Public Speaking Challenges: The 3 Toughest Audience Members

A child wearing a dunce cap in class, from a staged photo c.1906

So you want to be a speaker, workshop facilitator aka presenter? The benefits are exposure for your business and brand, lead generation, and networking. A public speaking platform can lead to far more business as well as a rewarding experience for you. We are public speakers, workshop facilitators, and presenters in support of our business at Inner Architect and we have experienced the challenges of public speaking first hand.

The following is a short profile of the 3 most challenging types of audience members you may encounter in your public speaking career. Take notice because if you decide to perform, you WILL run into all three of these people. For your sanity, I hope you won’t have all three types in your audience at the same time.

3 Most Challenging Audience Members

1. Dissatisfied Customer: this person is very negative, aggressive, and often verbally combative. They will make pointed remarks to tell you, and your audience, that your presentation is less than relevent, you are less than knowledgable, and they are dissatisfied with the entire experience. There is no appeasing or reasoning with this person; their purpose is selfish fulfillment of a need to lash out

2. Know it All: this person believes they know everything about the subject matter and have a burning desire to let the audience know how smart they are–to the detriment of you the speaker. They need the spotlight but they are unwilling to launch their own speaking platform. It is safer to be sitting in an audience than to stand up and become a target.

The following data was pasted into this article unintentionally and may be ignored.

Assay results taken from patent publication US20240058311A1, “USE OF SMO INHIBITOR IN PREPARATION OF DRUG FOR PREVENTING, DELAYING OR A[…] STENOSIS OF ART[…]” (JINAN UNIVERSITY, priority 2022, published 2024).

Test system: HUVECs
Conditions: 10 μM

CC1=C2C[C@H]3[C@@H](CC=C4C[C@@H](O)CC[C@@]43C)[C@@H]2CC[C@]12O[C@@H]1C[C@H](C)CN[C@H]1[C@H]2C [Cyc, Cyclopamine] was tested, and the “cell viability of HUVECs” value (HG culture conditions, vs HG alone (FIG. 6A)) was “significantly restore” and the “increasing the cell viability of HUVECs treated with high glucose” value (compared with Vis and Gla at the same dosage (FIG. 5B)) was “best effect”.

3. Disconnected: this person did not read the workshop-presentation description. They are normally complete beginners. They become increasingly frustrated with your presentation because it is not giving the “how to” beginner’s first steps.

Look For These Warning Signs

  • Do not listen, partially listen missing the gist or point, or selectively listen for what “they want to hear”
  • Abbruptly interrupt with a continuous stream of questions that goes beyond good decorum
  • Disrupt the class, workshop, presentation in a self serving selfish manner with little to no regard for fellow students
  • WILL provoke you to the point of placing you, the speaker, in the position of having to take action ie. asking them to hold questions until after presentation, asking them to listen since you answered the question, and in some cases forcing you to eject them from the class because they are ruining the attendees’ ability to participate, learn, and enjoy the material
Advertisements

Leave a Reply

Fill in your details below or click an icon to log in:

WordPress.com Logo

You are commenting using your WordPress.com account. Log Out / Change )

Twitter picture

You are commenting using your Twitter account. Log Out / Change )

Facebook photo

You are commenting using your Facebook account. Log Out / Change )

Google+ photo

You are commenting using your Google+ account. Log Out / Change )

Connecting to %s